Those crazy Irishmen. You take away their Guinness and bodies start flyin’.
While he’s on vacation, having a rumpus-good time with his fam-squad, Jack Ryan (Harrison Ford) finds himself caught in the middle of an IRA attack in England, where he kills one person and subdues another (Sean Bean). Ryan used to be apart of the CIA, but is now spending his time to be with his family, teach military students about history, and just keep on living his life in the most relaxing way possible, and then all of this comes up to ruin everything that was so peaceful to begin with. Although he’s touted as a “hero” and a “savior” among the mass-media, some think otherwise. And by “some”, I mainly mean the one dude who got arrested, who wants to extract revenge on Ryan the most sinister way possible: By getting right to the man’s family. Ryan, as any man of the house would respond, doesn’t take so kindly to some crazy, vengeful Irishmen trying to stomp all over his family, so he goes back to the Agency and finds himself ready to hunt this man, and his accomplices down, in hopes that they’ll leave him and his family alone. Easier said, then done, I’m afraid to say, Jack. Easier said, then done.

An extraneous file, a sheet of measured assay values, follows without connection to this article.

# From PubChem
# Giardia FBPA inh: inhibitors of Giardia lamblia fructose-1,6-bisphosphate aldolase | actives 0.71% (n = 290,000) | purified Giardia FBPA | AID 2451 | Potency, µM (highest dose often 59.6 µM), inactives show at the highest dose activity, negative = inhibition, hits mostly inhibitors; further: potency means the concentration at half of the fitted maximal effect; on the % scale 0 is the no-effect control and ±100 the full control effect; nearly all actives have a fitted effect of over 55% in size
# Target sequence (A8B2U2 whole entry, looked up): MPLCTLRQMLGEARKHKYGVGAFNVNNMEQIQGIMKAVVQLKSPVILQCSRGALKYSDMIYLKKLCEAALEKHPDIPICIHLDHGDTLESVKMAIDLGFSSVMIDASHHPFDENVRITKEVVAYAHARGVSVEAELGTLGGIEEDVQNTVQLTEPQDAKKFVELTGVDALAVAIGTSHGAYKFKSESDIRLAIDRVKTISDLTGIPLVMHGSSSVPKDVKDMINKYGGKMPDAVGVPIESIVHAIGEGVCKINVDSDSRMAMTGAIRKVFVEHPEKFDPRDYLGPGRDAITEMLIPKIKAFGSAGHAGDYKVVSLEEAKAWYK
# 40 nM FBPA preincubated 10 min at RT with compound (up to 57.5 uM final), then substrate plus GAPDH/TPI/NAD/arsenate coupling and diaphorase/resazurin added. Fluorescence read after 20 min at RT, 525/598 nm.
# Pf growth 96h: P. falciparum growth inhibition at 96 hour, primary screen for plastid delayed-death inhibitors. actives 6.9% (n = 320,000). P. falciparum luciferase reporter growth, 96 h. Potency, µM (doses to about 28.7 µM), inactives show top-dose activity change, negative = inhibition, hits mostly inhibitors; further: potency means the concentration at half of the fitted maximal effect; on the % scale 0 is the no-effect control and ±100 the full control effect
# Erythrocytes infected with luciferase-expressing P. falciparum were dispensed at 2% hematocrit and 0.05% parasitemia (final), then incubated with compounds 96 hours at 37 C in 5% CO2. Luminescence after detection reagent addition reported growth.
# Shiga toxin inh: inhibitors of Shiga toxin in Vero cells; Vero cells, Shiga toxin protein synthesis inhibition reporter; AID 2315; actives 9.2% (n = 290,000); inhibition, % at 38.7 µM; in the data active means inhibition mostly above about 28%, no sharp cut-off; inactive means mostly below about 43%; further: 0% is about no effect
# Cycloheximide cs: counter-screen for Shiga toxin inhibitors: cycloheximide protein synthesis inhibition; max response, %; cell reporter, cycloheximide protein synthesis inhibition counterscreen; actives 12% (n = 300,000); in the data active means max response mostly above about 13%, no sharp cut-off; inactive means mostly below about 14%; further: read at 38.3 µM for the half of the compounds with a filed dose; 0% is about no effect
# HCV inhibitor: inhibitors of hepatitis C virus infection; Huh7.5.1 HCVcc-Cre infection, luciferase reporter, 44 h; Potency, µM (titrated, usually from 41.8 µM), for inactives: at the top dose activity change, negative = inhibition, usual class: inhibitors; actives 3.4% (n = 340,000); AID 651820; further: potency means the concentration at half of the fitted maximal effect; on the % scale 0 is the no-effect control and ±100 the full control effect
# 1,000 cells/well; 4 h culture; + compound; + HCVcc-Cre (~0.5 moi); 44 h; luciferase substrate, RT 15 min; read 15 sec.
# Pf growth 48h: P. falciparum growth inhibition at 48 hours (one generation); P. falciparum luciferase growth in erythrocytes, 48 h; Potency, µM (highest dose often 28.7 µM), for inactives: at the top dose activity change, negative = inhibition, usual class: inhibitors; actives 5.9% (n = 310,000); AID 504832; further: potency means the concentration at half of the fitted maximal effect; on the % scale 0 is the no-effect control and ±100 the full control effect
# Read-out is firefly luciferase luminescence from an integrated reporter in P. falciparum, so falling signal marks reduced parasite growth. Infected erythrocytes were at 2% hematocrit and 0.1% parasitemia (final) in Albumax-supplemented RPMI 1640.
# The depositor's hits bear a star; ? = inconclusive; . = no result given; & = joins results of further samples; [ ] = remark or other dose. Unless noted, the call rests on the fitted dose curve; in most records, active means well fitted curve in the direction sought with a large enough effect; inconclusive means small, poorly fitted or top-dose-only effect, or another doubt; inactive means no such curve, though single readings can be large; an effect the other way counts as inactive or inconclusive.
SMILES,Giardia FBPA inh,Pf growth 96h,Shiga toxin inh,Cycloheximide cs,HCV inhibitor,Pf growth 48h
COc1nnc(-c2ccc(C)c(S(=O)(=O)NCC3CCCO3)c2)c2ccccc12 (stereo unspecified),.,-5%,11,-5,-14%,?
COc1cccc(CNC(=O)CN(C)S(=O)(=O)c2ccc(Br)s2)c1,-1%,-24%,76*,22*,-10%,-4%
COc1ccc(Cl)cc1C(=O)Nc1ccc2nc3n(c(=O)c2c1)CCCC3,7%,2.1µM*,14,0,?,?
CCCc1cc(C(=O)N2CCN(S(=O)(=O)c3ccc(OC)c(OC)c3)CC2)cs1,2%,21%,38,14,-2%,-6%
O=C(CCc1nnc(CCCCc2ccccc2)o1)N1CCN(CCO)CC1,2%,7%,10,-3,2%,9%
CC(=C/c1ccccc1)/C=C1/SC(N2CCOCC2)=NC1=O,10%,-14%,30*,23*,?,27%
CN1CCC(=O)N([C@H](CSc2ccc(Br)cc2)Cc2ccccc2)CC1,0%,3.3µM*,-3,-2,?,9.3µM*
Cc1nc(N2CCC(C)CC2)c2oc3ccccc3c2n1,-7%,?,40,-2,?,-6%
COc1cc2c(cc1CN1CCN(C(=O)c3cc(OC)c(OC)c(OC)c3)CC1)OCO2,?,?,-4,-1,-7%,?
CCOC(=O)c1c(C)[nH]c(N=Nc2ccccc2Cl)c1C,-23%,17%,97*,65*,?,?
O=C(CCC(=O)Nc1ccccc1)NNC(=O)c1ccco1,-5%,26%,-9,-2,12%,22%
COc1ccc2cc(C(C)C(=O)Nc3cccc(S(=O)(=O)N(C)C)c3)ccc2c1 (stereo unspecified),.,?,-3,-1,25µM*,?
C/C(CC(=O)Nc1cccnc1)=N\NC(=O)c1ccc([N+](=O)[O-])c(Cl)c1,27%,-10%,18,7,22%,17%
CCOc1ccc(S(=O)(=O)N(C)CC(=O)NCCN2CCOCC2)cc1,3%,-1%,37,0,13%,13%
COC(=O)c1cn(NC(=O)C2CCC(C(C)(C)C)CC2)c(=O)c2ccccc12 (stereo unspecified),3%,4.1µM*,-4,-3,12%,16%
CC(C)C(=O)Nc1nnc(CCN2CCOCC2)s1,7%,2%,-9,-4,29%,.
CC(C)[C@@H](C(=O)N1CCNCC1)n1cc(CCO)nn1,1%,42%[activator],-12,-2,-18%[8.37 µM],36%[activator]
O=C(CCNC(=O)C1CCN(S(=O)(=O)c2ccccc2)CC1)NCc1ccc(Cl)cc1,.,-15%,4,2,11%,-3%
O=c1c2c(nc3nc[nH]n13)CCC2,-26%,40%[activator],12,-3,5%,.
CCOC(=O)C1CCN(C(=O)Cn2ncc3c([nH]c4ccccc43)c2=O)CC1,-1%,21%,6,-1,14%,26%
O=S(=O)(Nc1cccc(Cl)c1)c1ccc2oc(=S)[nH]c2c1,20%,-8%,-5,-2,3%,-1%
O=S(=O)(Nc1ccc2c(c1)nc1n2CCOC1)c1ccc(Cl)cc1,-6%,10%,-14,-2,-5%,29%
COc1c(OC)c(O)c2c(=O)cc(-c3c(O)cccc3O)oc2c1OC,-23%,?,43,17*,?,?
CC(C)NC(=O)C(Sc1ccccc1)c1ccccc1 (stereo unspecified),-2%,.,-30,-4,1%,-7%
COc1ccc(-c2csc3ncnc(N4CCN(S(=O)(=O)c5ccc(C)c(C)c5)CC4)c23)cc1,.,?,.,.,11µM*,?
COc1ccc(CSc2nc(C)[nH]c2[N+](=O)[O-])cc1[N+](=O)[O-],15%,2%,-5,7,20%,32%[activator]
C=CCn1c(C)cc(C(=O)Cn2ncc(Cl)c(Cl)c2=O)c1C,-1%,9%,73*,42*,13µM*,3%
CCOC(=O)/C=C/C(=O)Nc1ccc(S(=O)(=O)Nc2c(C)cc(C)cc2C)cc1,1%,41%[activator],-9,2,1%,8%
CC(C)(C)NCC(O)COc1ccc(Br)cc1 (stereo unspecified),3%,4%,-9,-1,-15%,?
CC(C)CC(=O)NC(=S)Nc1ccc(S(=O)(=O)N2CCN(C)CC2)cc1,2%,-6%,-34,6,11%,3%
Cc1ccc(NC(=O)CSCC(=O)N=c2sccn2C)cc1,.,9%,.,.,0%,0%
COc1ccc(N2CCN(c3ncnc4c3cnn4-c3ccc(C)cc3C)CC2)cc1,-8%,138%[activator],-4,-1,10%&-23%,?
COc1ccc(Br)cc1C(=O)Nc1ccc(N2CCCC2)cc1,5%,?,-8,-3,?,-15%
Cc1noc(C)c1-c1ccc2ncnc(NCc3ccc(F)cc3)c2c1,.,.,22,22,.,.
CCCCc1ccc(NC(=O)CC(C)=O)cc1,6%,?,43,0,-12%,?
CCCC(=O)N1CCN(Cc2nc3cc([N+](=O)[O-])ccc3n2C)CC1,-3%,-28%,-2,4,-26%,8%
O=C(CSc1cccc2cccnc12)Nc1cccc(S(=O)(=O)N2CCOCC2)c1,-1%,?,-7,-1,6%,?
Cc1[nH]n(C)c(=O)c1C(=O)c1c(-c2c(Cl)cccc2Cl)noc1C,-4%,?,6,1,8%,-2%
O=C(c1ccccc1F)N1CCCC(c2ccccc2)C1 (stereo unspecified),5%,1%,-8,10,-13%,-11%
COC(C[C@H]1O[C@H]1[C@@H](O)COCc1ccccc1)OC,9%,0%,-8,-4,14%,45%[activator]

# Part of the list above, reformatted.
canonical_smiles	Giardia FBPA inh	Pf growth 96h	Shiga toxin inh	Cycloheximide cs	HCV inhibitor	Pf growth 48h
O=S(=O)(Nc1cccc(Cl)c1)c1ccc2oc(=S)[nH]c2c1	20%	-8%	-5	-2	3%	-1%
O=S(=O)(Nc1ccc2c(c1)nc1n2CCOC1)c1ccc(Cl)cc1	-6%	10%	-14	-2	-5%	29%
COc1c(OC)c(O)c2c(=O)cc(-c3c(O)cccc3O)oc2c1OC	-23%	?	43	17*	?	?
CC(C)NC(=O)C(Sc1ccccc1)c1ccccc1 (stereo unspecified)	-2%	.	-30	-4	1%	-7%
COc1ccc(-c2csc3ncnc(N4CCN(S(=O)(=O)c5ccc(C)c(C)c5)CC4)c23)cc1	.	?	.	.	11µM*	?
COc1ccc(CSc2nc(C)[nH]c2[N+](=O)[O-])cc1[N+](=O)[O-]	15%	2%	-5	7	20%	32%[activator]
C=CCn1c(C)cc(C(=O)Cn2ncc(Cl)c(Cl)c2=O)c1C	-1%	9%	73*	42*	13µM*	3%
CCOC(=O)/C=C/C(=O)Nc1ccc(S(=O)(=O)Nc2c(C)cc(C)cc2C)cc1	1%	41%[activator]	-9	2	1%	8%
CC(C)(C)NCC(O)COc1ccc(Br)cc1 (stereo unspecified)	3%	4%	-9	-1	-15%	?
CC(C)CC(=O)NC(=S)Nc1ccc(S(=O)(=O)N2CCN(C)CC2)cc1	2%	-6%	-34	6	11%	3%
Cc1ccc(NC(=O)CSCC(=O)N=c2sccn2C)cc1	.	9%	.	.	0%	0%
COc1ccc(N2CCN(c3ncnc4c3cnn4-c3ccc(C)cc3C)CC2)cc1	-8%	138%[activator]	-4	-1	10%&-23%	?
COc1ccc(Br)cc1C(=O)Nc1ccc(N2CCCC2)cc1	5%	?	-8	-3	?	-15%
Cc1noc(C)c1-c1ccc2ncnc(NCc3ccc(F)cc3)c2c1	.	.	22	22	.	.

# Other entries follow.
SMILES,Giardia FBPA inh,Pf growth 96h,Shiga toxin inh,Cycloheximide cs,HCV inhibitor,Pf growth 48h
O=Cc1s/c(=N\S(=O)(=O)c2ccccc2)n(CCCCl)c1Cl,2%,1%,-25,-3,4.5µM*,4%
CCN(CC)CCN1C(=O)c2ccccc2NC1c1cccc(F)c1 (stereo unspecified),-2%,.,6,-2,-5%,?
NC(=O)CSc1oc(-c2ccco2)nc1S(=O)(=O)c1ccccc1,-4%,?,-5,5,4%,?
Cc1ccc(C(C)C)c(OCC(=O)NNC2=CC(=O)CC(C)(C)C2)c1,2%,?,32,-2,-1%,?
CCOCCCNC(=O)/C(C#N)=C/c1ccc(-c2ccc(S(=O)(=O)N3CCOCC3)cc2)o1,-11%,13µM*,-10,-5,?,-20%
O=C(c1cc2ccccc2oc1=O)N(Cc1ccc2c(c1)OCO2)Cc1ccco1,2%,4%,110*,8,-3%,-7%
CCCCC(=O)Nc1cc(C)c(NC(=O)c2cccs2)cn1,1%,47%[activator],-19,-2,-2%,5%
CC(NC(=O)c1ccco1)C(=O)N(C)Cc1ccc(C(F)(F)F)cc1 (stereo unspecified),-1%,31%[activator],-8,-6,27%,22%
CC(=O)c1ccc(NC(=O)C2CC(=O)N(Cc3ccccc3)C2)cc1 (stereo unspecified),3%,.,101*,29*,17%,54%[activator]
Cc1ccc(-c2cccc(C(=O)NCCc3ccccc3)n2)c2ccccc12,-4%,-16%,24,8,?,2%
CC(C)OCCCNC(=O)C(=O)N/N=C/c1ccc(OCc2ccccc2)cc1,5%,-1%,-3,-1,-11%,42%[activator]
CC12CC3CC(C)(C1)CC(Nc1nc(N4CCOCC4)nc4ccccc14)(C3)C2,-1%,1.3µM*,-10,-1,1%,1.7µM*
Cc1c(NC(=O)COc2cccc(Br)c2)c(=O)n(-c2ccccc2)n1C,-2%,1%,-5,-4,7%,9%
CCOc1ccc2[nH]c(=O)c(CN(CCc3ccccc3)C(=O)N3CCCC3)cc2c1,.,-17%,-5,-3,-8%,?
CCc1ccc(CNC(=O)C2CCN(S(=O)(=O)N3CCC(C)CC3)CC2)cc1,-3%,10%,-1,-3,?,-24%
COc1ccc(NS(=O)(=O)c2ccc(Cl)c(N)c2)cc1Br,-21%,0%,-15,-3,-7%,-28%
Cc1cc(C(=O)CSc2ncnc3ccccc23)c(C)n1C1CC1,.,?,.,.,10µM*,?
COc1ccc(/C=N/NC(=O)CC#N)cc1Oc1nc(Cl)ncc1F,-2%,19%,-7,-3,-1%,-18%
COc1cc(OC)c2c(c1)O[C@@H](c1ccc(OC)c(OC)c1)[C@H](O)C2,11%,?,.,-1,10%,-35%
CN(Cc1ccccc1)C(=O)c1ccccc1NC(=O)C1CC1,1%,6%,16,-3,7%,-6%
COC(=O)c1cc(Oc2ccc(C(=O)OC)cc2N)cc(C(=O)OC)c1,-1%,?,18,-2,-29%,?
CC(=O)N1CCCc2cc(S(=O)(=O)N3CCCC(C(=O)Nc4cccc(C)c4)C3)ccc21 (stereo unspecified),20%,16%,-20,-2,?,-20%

The most interesting thing about most Tom Clancy film-adaptations is how little they focus on the new technology, and more on the characters that inhabit the story. It’s very interesting, although, very strange as well, considering most of Clancy’s focus more on the hi-rez technology of the agencies he’s writing about, rather than the actual agents themselves, who use the technology on a regular-basis. More or less, they’re just there as paint-thinner on the wall, meant to show you that there is substance to the story you’re reading, no matter how weightless it may be.
That said, Clancy sure does love the character of Jack Ryan and come to think of it, so does Hollywood. Not only have they adapted the character of Jack Ryan numerous times for the big screen (five to be exact), but they’ve also never given up on the possibility that this character will eventually break it big with mainstream audiences, and become something of a more classier-version of someone like, say, Ethan Hunt or James Bond. Seems like a very hard obstacle for this character to hurdle over, but I think with the right time, right direction, and right leading star playing that role, then Jack Ryan may be the household name Hollywood has been wanting for the longest time since 1990.